Authors: Carrie Seay-Fleming*, University of Colorado - Boulder
Topics: Agricultural Geography, Food Systems, Cultural and Political Ecology
Keywords: Food systems, Cultural and Political ecology, Guatemala, Latin America, Food justice
Session Type: Paper
Presentation File: No File Uploaded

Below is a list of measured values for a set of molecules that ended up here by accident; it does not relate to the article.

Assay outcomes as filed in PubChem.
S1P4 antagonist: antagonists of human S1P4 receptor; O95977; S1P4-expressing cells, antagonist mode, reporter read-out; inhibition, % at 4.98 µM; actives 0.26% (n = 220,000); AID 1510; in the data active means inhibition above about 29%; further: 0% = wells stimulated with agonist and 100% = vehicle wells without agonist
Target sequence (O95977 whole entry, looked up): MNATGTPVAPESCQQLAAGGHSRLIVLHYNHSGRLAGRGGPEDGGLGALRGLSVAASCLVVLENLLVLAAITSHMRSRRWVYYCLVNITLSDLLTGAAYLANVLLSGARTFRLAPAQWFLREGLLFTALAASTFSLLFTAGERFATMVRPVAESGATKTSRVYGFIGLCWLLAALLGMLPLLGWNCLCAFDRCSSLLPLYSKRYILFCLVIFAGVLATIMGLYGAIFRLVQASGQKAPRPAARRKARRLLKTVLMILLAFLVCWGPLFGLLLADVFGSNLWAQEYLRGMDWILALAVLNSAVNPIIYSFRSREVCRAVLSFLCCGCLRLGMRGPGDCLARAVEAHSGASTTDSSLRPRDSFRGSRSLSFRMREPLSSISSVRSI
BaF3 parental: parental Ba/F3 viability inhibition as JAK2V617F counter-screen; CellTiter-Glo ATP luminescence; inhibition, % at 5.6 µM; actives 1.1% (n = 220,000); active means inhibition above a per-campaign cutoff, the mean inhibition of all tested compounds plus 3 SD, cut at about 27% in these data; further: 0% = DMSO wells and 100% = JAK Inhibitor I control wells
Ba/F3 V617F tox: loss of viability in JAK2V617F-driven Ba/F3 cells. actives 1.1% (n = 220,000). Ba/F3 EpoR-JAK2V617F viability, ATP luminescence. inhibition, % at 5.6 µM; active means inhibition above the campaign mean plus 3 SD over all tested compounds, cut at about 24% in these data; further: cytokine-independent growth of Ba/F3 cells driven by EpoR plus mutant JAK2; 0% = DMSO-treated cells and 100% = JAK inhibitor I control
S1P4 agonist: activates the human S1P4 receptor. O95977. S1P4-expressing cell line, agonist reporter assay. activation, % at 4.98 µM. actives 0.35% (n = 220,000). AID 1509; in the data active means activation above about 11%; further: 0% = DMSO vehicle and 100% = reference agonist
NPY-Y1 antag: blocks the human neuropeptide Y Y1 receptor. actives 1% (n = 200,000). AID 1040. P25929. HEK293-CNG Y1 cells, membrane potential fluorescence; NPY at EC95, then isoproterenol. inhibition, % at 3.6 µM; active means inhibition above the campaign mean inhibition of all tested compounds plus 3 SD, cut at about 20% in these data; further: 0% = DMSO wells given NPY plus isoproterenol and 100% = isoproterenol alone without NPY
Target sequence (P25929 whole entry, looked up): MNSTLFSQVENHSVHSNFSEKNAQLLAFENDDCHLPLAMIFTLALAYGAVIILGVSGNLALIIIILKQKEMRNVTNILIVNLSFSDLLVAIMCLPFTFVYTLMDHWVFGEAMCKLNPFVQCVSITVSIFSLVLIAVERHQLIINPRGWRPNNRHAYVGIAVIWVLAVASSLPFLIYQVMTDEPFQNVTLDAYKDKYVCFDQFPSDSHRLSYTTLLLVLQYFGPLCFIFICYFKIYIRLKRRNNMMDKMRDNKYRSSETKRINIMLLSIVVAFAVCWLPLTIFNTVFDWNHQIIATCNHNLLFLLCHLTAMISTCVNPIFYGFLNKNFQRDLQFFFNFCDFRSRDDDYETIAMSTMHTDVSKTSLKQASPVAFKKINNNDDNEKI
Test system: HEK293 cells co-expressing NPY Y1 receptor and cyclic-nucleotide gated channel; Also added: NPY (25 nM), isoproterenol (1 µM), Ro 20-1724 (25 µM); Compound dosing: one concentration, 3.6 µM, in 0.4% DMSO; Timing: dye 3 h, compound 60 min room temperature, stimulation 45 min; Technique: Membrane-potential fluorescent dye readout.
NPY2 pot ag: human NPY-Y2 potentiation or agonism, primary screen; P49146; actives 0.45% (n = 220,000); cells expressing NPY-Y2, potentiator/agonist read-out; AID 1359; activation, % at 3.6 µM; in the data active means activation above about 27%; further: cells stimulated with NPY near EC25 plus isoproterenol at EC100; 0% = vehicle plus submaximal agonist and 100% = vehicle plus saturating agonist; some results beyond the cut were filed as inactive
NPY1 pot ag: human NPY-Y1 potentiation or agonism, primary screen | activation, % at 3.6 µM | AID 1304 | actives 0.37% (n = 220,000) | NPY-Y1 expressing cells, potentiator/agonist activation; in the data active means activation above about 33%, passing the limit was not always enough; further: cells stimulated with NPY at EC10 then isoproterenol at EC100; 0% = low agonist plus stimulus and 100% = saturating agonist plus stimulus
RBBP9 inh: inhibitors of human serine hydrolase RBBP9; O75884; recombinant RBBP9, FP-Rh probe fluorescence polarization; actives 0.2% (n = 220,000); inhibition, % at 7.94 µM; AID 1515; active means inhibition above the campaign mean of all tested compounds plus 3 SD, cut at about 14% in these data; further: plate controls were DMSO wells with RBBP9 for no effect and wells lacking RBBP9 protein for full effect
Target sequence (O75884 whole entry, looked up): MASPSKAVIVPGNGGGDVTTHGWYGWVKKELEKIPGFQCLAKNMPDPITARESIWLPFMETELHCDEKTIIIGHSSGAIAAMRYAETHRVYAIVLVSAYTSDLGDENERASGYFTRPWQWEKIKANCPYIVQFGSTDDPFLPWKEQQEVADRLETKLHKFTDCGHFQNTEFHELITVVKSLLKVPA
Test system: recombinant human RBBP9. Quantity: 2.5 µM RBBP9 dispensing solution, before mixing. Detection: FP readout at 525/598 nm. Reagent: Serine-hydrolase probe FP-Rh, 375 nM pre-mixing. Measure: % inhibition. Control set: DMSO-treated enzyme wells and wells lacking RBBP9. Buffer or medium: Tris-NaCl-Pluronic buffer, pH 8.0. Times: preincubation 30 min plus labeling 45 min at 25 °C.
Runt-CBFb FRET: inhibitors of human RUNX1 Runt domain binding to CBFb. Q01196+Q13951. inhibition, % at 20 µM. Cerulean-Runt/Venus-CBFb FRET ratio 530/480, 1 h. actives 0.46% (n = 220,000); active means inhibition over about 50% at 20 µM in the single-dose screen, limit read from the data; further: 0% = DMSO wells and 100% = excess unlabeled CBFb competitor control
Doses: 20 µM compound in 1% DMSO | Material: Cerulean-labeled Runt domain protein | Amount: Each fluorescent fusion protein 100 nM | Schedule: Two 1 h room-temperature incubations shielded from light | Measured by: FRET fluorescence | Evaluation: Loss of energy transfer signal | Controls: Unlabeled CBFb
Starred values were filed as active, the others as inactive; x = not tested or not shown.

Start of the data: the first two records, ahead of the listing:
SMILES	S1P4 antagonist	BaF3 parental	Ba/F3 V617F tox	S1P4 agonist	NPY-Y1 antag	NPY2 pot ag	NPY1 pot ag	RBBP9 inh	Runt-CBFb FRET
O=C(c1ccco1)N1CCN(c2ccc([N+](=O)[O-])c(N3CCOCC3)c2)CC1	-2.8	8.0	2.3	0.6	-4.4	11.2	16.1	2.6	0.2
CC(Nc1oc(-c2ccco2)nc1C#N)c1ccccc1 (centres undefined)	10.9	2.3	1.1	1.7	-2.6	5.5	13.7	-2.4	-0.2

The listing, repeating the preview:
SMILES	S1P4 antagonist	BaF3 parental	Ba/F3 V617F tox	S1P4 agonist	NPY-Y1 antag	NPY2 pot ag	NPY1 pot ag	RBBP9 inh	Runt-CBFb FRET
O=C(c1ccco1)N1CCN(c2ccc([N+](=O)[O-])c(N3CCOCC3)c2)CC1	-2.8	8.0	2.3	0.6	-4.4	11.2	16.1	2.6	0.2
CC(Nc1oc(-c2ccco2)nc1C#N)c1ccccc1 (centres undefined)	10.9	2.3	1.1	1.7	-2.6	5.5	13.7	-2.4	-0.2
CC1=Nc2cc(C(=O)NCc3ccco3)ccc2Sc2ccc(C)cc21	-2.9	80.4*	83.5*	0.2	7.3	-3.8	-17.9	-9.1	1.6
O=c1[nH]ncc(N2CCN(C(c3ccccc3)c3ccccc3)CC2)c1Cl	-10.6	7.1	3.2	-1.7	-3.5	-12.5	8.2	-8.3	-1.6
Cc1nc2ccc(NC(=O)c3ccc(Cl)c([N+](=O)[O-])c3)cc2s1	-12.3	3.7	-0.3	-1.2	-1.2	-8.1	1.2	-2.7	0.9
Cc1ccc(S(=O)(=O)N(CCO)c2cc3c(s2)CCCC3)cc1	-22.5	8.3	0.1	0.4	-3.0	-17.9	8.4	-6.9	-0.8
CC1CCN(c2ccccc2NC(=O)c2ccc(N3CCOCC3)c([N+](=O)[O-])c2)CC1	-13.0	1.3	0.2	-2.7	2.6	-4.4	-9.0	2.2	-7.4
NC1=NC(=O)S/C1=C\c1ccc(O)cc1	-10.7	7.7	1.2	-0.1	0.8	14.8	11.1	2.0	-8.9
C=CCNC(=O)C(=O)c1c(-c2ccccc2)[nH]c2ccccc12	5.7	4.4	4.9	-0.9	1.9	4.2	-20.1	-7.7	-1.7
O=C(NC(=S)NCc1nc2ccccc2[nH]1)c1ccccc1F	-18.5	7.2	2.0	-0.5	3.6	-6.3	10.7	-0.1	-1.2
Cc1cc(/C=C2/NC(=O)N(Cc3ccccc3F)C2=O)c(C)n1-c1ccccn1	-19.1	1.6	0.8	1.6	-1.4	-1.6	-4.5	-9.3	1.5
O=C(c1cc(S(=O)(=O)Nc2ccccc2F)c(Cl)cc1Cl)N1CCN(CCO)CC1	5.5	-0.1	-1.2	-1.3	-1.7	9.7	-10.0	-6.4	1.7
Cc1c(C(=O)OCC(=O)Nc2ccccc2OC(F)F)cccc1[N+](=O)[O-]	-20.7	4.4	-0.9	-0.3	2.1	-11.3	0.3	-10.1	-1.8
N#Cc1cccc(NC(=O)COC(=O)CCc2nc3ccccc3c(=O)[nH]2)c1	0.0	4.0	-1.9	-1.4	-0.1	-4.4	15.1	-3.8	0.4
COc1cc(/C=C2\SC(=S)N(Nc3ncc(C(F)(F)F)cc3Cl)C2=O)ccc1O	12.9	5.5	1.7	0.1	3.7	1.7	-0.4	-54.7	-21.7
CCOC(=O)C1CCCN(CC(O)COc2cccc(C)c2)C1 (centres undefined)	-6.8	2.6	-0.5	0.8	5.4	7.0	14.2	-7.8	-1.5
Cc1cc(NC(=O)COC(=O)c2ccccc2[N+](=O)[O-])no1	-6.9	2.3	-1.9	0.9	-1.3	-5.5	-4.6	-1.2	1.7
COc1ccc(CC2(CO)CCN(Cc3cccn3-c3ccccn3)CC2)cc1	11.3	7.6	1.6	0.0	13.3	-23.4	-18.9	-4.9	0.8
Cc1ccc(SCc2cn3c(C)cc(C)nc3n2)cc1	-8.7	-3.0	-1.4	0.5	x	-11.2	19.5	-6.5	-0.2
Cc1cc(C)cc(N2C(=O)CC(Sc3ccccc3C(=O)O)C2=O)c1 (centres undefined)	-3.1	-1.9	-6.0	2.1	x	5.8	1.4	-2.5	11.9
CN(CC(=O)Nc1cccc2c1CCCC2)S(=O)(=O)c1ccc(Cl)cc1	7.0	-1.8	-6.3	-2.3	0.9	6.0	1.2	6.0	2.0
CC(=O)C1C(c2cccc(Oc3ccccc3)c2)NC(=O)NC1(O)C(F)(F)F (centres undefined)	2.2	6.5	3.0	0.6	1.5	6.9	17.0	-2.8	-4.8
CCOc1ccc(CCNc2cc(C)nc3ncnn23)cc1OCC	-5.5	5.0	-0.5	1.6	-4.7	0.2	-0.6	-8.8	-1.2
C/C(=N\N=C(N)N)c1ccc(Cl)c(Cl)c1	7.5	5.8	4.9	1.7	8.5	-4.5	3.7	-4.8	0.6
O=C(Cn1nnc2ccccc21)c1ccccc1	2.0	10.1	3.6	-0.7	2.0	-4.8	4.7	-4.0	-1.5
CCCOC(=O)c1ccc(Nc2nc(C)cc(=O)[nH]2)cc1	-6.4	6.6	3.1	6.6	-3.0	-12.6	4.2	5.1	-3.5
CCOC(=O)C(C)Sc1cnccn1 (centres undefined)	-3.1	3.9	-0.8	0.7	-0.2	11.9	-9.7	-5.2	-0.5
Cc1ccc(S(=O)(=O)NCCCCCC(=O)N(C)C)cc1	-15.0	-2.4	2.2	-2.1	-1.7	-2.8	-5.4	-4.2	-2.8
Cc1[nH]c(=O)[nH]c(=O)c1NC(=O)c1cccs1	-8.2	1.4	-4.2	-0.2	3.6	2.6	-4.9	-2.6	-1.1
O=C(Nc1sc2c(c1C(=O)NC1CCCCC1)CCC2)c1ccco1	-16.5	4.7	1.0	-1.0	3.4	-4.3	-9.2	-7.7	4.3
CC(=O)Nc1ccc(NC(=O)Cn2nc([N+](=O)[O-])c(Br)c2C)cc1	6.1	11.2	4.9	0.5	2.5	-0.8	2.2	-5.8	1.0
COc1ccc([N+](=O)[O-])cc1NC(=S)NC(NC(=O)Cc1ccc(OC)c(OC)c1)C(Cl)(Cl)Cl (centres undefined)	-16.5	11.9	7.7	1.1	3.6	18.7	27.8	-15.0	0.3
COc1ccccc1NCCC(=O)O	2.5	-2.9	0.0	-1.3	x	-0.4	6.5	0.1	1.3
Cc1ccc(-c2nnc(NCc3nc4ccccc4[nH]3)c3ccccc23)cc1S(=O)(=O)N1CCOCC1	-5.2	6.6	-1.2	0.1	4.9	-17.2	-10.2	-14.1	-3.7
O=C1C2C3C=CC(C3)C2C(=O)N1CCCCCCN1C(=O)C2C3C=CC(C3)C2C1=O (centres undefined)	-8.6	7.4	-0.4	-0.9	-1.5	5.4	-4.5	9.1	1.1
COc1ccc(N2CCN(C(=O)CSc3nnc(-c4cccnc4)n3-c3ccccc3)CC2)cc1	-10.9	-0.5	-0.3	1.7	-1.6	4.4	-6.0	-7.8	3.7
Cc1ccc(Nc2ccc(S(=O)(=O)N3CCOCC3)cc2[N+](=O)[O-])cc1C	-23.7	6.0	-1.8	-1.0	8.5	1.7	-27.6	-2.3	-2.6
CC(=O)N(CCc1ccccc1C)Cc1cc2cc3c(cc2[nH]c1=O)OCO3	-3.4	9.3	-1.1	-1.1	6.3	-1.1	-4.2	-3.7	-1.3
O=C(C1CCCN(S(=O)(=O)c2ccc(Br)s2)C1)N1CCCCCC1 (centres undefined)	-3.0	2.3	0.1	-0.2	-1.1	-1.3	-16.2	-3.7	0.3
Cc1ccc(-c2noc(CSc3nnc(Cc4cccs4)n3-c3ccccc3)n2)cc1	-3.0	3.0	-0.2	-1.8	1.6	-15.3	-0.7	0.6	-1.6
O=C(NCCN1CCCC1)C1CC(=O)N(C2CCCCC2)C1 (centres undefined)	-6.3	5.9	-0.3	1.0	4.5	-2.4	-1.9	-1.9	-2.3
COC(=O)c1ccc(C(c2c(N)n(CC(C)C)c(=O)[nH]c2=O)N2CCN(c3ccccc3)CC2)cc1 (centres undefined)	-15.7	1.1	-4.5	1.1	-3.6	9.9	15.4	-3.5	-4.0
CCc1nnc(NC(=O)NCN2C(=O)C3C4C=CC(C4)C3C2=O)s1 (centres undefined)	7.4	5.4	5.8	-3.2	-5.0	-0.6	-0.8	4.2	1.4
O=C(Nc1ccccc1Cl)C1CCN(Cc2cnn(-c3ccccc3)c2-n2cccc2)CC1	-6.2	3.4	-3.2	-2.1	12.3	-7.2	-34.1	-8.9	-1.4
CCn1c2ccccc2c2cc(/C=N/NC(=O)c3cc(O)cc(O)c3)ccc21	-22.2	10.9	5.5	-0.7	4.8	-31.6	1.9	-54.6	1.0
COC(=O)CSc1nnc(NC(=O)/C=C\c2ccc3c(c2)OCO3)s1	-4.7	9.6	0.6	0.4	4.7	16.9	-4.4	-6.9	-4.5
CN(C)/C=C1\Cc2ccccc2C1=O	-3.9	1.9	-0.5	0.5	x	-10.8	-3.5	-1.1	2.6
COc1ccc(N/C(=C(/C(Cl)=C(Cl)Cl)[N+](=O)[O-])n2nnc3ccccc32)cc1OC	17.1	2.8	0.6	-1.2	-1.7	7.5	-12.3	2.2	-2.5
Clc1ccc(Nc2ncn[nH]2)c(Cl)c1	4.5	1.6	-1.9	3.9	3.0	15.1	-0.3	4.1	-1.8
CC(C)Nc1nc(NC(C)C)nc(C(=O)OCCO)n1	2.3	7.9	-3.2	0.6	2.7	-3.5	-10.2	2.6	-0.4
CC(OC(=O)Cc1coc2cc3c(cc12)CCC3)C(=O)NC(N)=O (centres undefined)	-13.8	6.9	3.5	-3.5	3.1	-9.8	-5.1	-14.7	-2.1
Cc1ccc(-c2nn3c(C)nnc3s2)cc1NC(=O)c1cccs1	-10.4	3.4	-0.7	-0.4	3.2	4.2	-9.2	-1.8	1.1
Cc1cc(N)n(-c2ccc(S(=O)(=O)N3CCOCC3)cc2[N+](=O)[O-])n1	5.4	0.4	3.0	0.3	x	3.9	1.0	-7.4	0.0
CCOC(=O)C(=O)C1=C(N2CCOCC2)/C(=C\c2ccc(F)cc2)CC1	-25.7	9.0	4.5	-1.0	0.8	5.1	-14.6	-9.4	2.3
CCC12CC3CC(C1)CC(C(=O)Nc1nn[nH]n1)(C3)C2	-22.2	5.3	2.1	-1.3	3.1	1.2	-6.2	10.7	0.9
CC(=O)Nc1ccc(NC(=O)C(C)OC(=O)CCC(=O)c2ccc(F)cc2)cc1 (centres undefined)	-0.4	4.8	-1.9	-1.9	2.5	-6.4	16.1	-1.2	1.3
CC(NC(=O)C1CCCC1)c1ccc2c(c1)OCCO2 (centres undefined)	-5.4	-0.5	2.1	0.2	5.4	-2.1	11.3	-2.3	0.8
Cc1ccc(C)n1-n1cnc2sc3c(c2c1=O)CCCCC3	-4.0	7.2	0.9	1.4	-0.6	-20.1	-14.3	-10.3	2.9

Despite pressure from transnational corporations and powerful trade partners, Guatemala has been unable to pass legislation that would legalize the sale and distribution of genetically modified organisms (GMOs). This struggle came to a head in 2014, when Congress attempted to pass a law establishing intellectual property rights for plant breeders and instituting harsh penalties for the unlawful use of these seeds. Broad based mass mobilizations ensued leading Congress to eventually repeal the law. Accounts of these events have labeled the movement a re-articulation of Mayan struggles while at the same time attributing the movement’s success to its ethnic and class heterogeneity. This paper untangles the complexity of resistance to GMOs in Guatemala, drawing on accounts of the diverse actors involved in these struggles. I examine differences, both ideological and tactical, as articulated in their resistance to the ML as well as how these actors imagine themselves in relation to one another. I show how aspects of the plant protection law itself and the historical moment in which it arose created space for more palatable forms of resistance for those unlikely allies of the cause. In particular, I demonstrate how urban, professional class Guatemalans articulate their opposition as fundamentally “technical”, aligning themselves with science and the law. These findings exemplify Gramsci’s ideas about hegemony-- how even countermovement’s that destabilize hegemony can fail to ultimately challenge it.
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